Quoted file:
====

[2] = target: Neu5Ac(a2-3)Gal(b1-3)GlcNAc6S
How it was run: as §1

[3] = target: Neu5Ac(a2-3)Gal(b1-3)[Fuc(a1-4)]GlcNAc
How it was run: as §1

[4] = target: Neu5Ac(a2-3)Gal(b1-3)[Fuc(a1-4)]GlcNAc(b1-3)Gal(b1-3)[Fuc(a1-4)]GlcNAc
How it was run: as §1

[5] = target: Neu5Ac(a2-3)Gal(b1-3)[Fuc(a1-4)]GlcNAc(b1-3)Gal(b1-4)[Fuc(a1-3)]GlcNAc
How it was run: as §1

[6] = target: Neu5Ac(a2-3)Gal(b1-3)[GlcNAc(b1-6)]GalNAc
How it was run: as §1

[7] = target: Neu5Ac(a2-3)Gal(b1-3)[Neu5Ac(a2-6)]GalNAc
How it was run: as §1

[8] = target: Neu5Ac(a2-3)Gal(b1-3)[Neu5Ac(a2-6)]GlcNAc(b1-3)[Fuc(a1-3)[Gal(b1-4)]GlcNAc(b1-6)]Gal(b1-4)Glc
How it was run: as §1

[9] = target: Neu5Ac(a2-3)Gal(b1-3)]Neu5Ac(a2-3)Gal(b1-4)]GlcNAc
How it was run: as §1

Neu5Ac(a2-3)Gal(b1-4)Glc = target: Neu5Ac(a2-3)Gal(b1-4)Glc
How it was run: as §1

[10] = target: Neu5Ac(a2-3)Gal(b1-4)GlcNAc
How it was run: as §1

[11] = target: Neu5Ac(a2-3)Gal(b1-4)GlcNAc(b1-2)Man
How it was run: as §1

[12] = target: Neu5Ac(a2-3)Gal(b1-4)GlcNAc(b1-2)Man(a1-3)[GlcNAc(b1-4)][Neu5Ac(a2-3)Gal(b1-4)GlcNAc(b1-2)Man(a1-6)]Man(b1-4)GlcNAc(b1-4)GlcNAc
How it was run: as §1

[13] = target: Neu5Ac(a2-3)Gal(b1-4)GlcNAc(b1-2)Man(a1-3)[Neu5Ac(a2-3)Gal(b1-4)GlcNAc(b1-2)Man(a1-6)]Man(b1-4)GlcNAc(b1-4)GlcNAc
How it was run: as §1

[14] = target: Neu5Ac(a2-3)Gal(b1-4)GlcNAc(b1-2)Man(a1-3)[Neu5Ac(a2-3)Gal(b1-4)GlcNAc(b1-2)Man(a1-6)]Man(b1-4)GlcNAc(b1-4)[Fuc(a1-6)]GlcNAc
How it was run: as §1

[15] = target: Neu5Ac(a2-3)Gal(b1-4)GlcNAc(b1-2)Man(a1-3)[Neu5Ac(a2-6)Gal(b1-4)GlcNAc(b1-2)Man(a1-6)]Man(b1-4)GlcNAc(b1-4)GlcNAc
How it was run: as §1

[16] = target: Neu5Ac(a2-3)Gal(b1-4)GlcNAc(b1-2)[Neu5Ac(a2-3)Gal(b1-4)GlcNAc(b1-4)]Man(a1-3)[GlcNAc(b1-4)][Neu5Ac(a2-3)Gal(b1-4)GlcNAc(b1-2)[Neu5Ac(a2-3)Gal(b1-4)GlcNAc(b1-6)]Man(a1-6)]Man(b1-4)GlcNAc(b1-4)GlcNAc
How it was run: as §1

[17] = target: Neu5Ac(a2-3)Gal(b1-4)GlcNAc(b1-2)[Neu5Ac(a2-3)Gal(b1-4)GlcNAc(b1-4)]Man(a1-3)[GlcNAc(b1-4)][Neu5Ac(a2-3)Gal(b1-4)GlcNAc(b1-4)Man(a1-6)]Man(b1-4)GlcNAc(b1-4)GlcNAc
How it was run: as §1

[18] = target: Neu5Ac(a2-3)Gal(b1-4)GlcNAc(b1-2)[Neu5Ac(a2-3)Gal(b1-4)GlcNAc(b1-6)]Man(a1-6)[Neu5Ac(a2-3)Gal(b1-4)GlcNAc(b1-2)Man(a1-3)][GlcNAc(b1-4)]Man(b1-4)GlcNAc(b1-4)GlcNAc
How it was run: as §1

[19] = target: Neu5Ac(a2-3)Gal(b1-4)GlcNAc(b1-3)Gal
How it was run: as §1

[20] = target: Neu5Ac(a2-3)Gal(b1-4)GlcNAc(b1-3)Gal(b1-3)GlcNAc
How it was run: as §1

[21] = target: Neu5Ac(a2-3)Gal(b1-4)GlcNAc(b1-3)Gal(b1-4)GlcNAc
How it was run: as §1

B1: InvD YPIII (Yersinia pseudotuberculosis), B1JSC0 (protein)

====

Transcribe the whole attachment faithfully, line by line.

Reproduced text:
[2] = target: Neu5Ac(a2-3)Gal(b1-3)GlcNAc6S
How it was run: as §1

[3] = target: Neu5Ac(a2-3)Gal(b1-3)[Fuc(a1-4)]GlcNAc
How it was run: as §1

[4] = target: Neu5Ac(a2-3)Gal(b1-3)[Fuc(a1-4)]GlcNAc(b1-3)Gal(b1-3)[Fuc(a1-4)]GlcNAc
How it was run: as §1

[5] = target: Neu5Ac(a2-3)Gal(b1-3)[Fuc(a1-4)]GlcNAc(b1-3)Gal(b1-4)[Fuc(a1-3)]GlcNAc
How it was run: as §1

[6] = target: Neu5Ac(a2-3)Gal(b1-3)[GlcNAc(b1-6)]GalNAc
How it was run: as §1

[7] = target: Neu5Ac(a2-3)Gal(b1-3)[Neu5Ac(a2-6)]GalNAc
How it was run: as §1

[8] = target: Neu5Ac(a2-3)Gal(b1-3)[Neu5Ac(a2-6)]GlcNAc(b1-3)[Fuc(a1-3)[Gal(b1-4)]GlcNAc(b1-6)]Gal(b1-4)Glc
How it was run: as §1

[9] = target: Neu5Ac(a2-3)Gal(b1-3)]Neu5Ac(a2-3)Gal(b1-4)]GlcNAc
How it was run: as §1

Neu5Ac(a2-3)Gal(b1-4)Glc = target: Neu5Ac(a2-3)Gal(b1-4)Glc
How it was run: as §1

[10] = target: Neu5Ac(a2-3)Gal(b1-4)GlcNAc
How it was run: as §1

[11] = target: Neu5Ac(a2-3)Gal(b1-4)GlcNAc(b1-2)Man
How it was run: as §1

[12] = target: Neu5Ac(a2-3)Gal(b1-4)GlcNAc(b1-2)Man(a1-3)[GlcNAc(b1-4)][Neu5Ac(a2-3)Gal(b1-4)GlcNAc(b1-2)Man(a1-6)]Man(b1-4)GlcNAc(b1-4)GlcNAc
How it was run: as §1

[13] = target: Neu5Ac(a2-3)Gal(b1-4)GlcNAc(b1-2)Man(a1-3)[Neu5Ac(a2-3)Gal(b1-4)GlcNAc(b1-2)Man(a1-6)]Man(b1-4)GlcNAc(b1-4)GlcNAc
How it was run: as §1

[14] = target: Neu5Ac(a2-3)Gal(b1-4)GlcNAc(b1-2)Man(a1-3)[Neu5Ac(a2-3)Gal(b1-4)GlcNAc(b1-2)Man(a1-6)]Man(b1-4)GlcNAc(b1-4)[Fuc(a1-6)]GlcNAc
How it was run: as §1

[15] = target: Neu5Ac(a2-3)Gal(b1-4)GlcNAc(b1-2)Man(a1-3)[Neu5Ac(a2-6)Gal(b1-4)GlcNAc(b1-2)Man(a1-6)]Man(b1-4)GlcNAc(b1-4)GlcNAc
How it was run: as §1

[16] = target: Neu5Ac(a2-3)Gal(b1-4)GlcNAc(b1-2)[Neu5Ac(a2-3)Gal(b1-4)GlcNAc(b1-4)]Man(a1-3)[GlcNAc(b1-4)][Neu5Ac(a2-3)Gal(b1-4)GlcNAc(b1-2)[Neu5Ac(a2-3)Gal(b1-4)GlcNAc(b1-6)]Man(a1-6)]Man(b1-4)GlcNAc(b1-4)GlcNAc
How it was run: as §1

[17] = target: Neu5Ac(a2-3)Gal(b1-4)GlcNAc(b1-2)[Neu5Ac(a2-3)Gal(b1-4)GlcNAc(b1-4)]Man(a1-3)[GlcNAc(b1-4)][Neu5Ac(a2-3)Gal(b1-4)GlcNAc(b1-4)Man(a1-6)]Man(b1-4)GlcNAc(b1-4)GlcNAc
How it was run: as §1

[18] = target: Neu5Ac(a2-3)Gal(b1-4)GlcNAc(b1-2)[Neu5Ac(a2-3)Gal(b1-4)GlcNAc(b1-6)]Man(a1-6)[Neu5Ac(a2-3)Gal(b1-4)GlcNAc(b1-2)Man(a1-3)][GlcNAc(b1-4)]Man(b1-4)GlcNAc(b1-4)GlcNAc
How it was run: as §1

[19] = target: Neu5Ac(a2-3)Gal(b1-4)GlcNAc(b1-3)Gal
How it was run: as §1

[20] = target: Neu5Ac(a2-3)Gal(b1-4)GlcNAc(b1-3)Gal(b1-3)GlcNAc
How it was run: as §1

[21] = target: Neu5Ac(a2-3)Gal(b1-4)GlcNAc(b1-3)Gal(b1-4)GlcNAc
How it was run: as §1

B1: InvD YPIII (Yersinia pseudotuberculosis), B1JSC0 (protein)